Media

Venezuelan opposition paper fined for satire

Leftwing Venezuelan opposition figure Teodoro Petkoff and the newspaper he directs, Tal Cual, came up in a recent thread.

Tal Cual, as it happens, is the latest target of the Chavez government’s assault on freedom of the press. A writer for the paper and its publisher have been fined for a satirical article in the form of a letter to Chavez’s young daughter.

[Laureano] Marquez insists he meant no harm when he used 9-year-old Rosines as a medium for mocking her father’s decision in 2005 to remake Venezuela’s coat of arms so that a white horse would appear galloping left, not right – an evident metaphor for Chavez’s revolutionary politics.

During a broadcast of his radio and television show, “Hello President,” Chavez told listeners that Rosines said the horse looked strange running to the right while craning its neck in the opposite direction.

Within weeks, pro-Chavez lawmakers pushed through a reform changing the country’s coat of arms.

“He considered changing the coat of arms due to a suggestion from his daughter,” Marquez said. “I simply wrote her a letter asking her to request another series of changes.”

In the editorial, he suggested she ask her father to trade the horse on the new coat of arms for a devoted house pet, such as a golden retriever or tortoise – “a good symbol of our sluggishness in everything.”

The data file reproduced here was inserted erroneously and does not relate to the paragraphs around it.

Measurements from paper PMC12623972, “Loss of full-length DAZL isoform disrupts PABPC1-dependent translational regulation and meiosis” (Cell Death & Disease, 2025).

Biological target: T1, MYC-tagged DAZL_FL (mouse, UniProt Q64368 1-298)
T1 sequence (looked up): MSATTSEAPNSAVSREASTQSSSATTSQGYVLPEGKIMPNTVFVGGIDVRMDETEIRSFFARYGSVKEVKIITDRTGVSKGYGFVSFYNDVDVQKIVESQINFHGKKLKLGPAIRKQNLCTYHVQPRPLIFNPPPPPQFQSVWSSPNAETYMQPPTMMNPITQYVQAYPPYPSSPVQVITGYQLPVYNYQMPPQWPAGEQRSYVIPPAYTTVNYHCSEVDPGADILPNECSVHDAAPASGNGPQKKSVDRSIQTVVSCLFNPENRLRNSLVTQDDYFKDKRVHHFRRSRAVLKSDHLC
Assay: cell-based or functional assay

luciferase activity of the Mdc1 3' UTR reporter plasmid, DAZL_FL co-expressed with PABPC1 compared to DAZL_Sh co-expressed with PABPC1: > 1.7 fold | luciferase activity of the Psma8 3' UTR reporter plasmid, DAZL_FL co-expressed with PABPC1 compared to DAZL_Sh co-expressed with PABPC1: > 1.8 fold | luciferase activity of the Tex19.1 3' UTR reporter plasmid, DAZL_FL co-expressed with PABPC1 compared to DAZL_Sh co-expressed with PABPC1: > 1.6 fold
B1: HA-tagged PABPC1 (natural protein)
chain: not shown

“Also tell him not to talk about things beyond 2021,” Marquez wrote. “He shouldn’t do it because those of us who don’t agree with him (don’t worry, there are fewer of us every day, according to the official statistics) get desperate, which isn’t good.”

A local court ordered the fines for “violating the honor, reputation and private life” of Rosines.

Of course it was Chavez who brought his daughter into the public light in the first place.

In 1980, during a debate with Ronald Reagan, President Jimmy Carter told about discussing the threat of nuclear war with his young daughter Amy. The ridicule he and Amy got from the media was merciless, but I don’t remember any newspapers or TV stations being hauled into court for it.

Reporters Without Borders called the fines an apparent political punishment. The Committee to Protect Journalists also condemned them.

The Associated Press reported:

Chavez denies restricting press freedoms. But he recently announced that the government will not renew the broadcasting license of the nation’s oldest television station when it expires in May, and has accused Venezuela’s privately owned media of conspiring to topple his government with U.S. backing.

Said Marquez: “I wish the government would tell me where I can (file a) claim because until now the CIA hasn’t paid me anything.”

After accusations by some commenters of being in the pocket of US/Zionist imperialism, I know the feeling.

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